Friday, November 17, 2017

Yet Another Dark Matter Parameter Space Constraint

Simple cold dark matter models still don't work, although theorists don't have good alternatives:

A detection of wobbling Brightest Cluster Galaxies within massive galaxy clusters

A striking signal of dark matter beyond the standard model is the existence of cores in the centre of galaxy clusters. Recent simulations predict that a Brightest Cluster Galaxy (BCG) inside a cored galaxy cluster will exhibit residual wobbling due to previous major mergers, long after the relaxation of the overall cluster. This phenomenon is absent with standard cold dark matter where a cuspy density profile keeps a BCG tightly bound at the centre. We test this hypothesis using cosmological simulations and deep observations of 10 galaxy clusters acting as strong gravitational lenses. Modelling the BCG wobble as a simple harmonic oscillator, we measure the wobble amplitude, Aw, in the BAHAMAS suite of cosmological hydrodynamical simulations, finding an upper limit for the CDM paradigm of Aw<2kpc at the 95% confidence limit. We carry out the same test on the data finding a non-zero amplitude of Aw=11.82+7.33.0kpc, with the observations dis-favouring Aw=0 at the 3σ confidence level. This detection of BCG wobbling is evidence for a dark matter core at the heart of galaxy clusters. It also shows that strong lensing models of clusters cannot assume that the BCG is exactly coincident with the large scale halo. While our small sample of galaxy clusters already indicates a non-zero Aw, with larger surveys, e.g. Euclid, we will be able to not only to confirm the effect but also to use it to determine whether or not the wobbling finds its origin in new fundamental physics or astrophysical process.
I explained this in the following way to someone asking about this paper at the Physics Forums:

The really core point, from the abstract is that:
[The] Brightest Cluster Galaxy (BCG) inside a cored galaxy cluster will exhibit residual wobbling due to previous major mergers, long after the relaxation of the overall cluster. This phenomenon is absent with standard cold dark matter where a cuspy density profile keeps a BCG tightly bound at the centre. . . . This detection of BCG wobbling is evidence for a dark matter core at the heart of galaxy clusters.
Ten years ago, this would have been a really big deal since it contradicts the cold dark matter (CDM) hypothesis as an explanation for dark matter phenomena. But, at this point, it is really just piling onto an abundant collection of evidence showing contradictions between the CDM hypothesis and observation.

One of these contradictions (there are several of them) is known as the cusp-core problem, which is that CDM theories, generically, predict that dark matter halos should have a cuspy density profile, but inferences about the distribution of dark matter from the dynamics of visible matter in galaxies and gravitational lensing observations demonstrate that this is not actually the shape of inferred dark matter distributions in galaxies. Instead, inferred dark matter halos distributions have what is known as an "isothermal" distribution of dark matter within the dark matter halo around a galaxy.

So, this result really just confirms in a novel way something that was widely known from other evidence. This is still important, because it makes the conclusion that there really is a cusp-core problem that is not just an artifact of a flaw in some particular methodology that provides the evidence for the cusp-core problem much more robust. But, it doesn't really change the bottom line from existing data.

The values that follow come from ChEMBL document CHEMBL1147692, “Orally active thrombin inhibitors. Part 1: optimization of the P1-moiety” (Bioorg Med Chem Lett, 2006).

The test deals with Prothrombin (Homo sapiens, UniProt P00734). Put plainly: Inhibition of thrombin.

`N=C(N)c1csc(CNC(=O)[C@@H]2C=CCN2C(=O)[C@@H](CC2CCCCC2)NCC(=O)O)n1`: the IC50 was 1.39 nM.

To prevent a cuspy density profile from emerging in a halo you need some kind of feedback either between dark matter particles or between ordinary matter and dark matter that spreads it out when it gets too dense.

But, that contradicts the assumption made in early cold dark matter theories that dark matter should be collisionless, which has strong support from the failure to direct dark matter detection experiments to see it, from the absence of a strong dark matter annihilation signal, and from the non-detection of dark matter at the Large Hadron Collider (LHC), and is consistent with the success of the lamdaCDM model of cosmology at scales much larger than galaxies and galaxy clusters, although these methods would often miss detect interactions between dark matter and other dark matter that does not result in annihilation of the interacting dark matter particles and take place at relative small distances relative to those important for cosmology.

Warm dark matter proponents have suggested a quantum effect that only kicks in at masses of dark matter particles on the order of 2 keV/c2 or less. Others have proposed self-interacting dark matter (SIDM) models to address the issue. But, those models have their own problems beyond the scope of this discussion.


Tom Andersen said...

Physics failed to predict dark matter at all. Something is wrong.

It's time to look at models which directly violate the Standard Model. One thought is that dark matter is 'sleeping matter' - that ordinary matter becomes dark when the density drops below a certain point. This would imply dark matter has a maximum density (I looked a bit and it seems that it might). Conversely, clouds of normal matter should have a minimum density that is about this same number. (again its seems it might). The whole cuspy problem set is solved in one shot - no cusp as matter is all enlivened in galactic cores. In this model dark matter searches on earth are not going to work.